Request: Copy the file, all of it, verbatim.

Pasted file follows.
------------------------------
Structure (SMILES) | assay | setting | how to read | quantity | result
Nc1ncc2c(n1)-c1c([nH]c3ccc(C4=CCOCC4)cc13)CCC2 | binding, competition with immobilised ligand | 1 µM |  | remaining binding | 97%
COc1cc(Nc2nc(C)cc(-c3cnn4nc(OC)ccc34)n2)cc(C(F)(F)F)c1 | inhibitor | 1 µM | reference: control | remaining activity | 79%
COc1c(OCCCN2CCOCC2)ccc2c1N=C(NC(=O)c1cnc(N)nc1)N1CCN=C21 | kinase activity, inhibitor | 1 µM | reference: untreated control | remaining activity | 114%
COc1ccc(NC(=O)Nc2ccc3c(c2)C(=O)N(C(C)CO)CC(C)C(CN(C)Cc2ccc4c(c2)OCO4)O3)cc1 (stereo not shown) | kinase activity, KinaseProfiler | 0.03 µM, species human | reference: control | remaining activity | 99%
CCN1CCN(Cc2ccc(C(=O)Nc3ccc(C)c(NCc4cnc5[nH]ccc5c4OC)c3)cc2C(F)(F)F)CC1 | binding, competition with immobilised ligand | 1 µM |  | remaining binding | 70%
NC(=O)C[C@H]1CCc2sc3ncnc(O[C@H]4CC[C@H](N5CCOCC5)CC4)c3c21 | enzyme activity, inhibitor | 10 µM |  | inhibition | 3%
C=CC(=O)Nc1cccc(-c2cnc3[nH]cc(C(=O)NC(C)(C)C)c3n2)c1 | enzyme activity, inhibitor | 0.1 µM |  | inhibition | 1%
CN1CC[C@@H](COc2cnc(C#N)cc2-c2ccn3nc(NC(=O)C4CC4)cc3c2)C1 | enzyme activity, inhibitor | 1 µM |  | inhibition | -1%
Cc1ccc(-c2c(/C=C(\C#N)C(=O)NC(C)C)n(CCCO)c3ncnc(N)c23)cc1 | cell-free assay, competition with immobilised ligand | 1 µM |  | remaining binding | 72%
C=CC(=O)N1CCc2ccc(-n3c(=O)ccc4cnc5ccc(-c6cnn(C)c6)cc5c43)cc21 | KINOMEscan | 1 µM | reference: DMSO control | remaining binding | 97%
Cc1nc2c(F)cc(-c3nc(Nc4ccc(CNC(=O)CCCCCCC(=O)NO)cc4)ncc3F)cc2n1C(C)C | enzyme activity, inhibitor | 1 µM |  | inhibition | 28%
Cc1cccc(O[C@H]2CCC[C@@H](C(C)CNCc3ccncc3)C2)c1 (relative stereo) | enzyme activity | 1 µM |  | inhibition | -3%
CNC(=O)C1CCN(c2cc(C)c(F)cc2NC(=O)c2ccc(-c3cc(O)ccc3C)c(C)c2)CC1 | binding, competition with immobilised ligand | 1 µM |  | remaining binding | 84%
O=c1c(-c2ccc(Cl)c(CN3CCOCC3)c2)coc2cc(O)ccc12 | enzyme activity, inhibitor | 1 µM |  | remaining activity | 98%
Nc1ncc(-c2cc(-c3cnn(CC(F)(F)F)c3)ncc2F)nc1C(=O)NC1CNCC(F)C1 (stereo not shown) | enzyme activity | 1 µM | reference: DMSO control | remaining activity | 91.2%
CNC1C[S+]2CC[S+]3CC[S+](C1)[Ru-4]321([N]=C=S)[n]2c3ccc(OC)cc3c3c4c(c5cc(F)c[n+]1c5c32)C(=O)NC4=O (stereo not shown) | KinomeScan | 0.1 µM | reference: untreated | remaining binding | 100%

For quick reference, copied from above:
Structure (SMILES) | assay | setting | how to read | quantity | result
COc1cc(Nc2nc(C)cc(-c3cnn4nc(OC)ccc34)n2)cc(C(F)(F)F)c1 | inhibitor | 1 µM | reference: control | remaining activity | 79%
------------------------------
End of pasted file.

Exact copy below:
Structure (SMILES) | assay | setting | how to read | quantity | result
Nc1ncc2c(n1)-c1c([nH]c3ccc(C4=CCOCC4)cc13)CCC2 | binding, competition with immobilised ligand | 1 µM |  | remaining binding | 97%
COc1cc(Nc2nc(C)cc(-c3cnn4nc(OC)ccc34)n2)cc(C(F)(F)F)c1 | inhibitor | 1 µM | reference: control | remaining activity | 79%
COc1c(OCCCN2CCOCC2)ccc2c1N=C(NC(=O)c1cnc(N)nc1)N1CCN=C21 | kinase activity, inhibitor | 1 µM | reference: untreated control | remaining activity | 114%
COc1ccc(NC(=O)Nc2ccc3c(c2)C(=O)N(C(C)CO)CC(C)C(CN(C)Cc2ccc4c(c2)OCO4)O3)cc1 (stereo not shown) | kinase activity, KinaseProfiler | 0.03 µM, species human | reference: control | remaining activity | 99%
CCN1CCN(Cc2ccc(C(=O)Nc3ccc(C)c(NCc4cnc5[nH]ccc5c4OC)c3)cc2C(F)(F)F)CC1 | binding, competition with immobilised ligand | 1 µM |  | remaining binding | 70%
NC(=O)C[C@H]1CCc2sc3ncnc(O[C@H]4CC[C@H](N5CCOCC5)CC4)c3c21 | enzyme activity, inhibitor | 10 µM |  | inhibition | 3%
C=CC(=O)Nc1cccc(-c2cnc3[nH]cc(C(=O)NC(C)(C)C)c3n2)c1 | enzyme activity, inhibitor | 0.1 µM |  | inhibition | 1%
CN1CC[C@@H](COc2cnc(C#N)cc2-c2ccn3nc(NC(=O)C4CC4)cc3c2)C1 | enzyme activity, inhibitor | 1 µM |  | inhibition | -1%
Cc1ccc(-c2c(/C=C(\C#N)C(=O)NC(C)C)n(CCCO)c3ncnc(N)c23)cc1 | cell-free assay, competition with immobilised ligand | 1 µM |  | remaining binding | 72%
C=CC(=O)N1CCc2ccc(-n3c(=O)ccc4cnc5ccc(-c6cnn(C)c6)cc5c43)cc21 | KINOMEscan | 1 µM | reference: DMSO control | remaining binding | 97%
Cc1nc2c(F)cc(-c3nc(Nc4ccc(CNC(=O)CCCCCCC(=O)NO)cc4)ncc3F)cc2n1C(C)C | enzyme activity, inhibitor | 1 µM |  | inhibition | 28%
Cc1cccc(O[C@H]2CCC[C@@H](C(C)CNCc3ccncc3)C2)c1 (relative stereo) | enzyme activity | 1 µM |  | inhibition | -3%
CNC(=O)C1CCN(c2cc(C)c(F)cc2NC(=O)c2ccc(-c3cc(O)ccc3C)c(C)c2)CC1 | binding, competition with immobilised ligand | 1 µM |  | remaining binding | 84%
O=c1c(-c2ccc(Cl)c(CN3CCOCC3)c2)coc2cc(O)ccc12 | enzyme activity, inhibitor | 1 µM |  | remaining activity | 98%
Nc1ncc(-c2cc(-c3cnn(CC(F)(F)F)c3)ncc2F)nc1C(=O)NC1CNCC(F)C1 (stereo not shown) | enzyme activity | 1 µM | reference: DMSO control | remaining activity | 91.2%
CNC1C[S+]2CC[S+]3CC[S+](C1)[Ru-4]321([N]=C=S)[n]2c3ccc(OC)cc3c3c4c(c5cc(F)c[n+]1c5c32)C(=O)NC4=O (stereo not shown) | KinomeScan | 0.1 µM | reference: untreated | remaining binding | 100%

For quick reference, copied from above:
Structure (SMILES) | assay | setting | how to read | quantity | result
COc1cc(Nc2nc(C)cc(-c3cnn4nc(OC)ccc34)n2)cc(C(F)(F)F)c1 | inhibitor | 1 µM | reference: control | remaining activity | 79%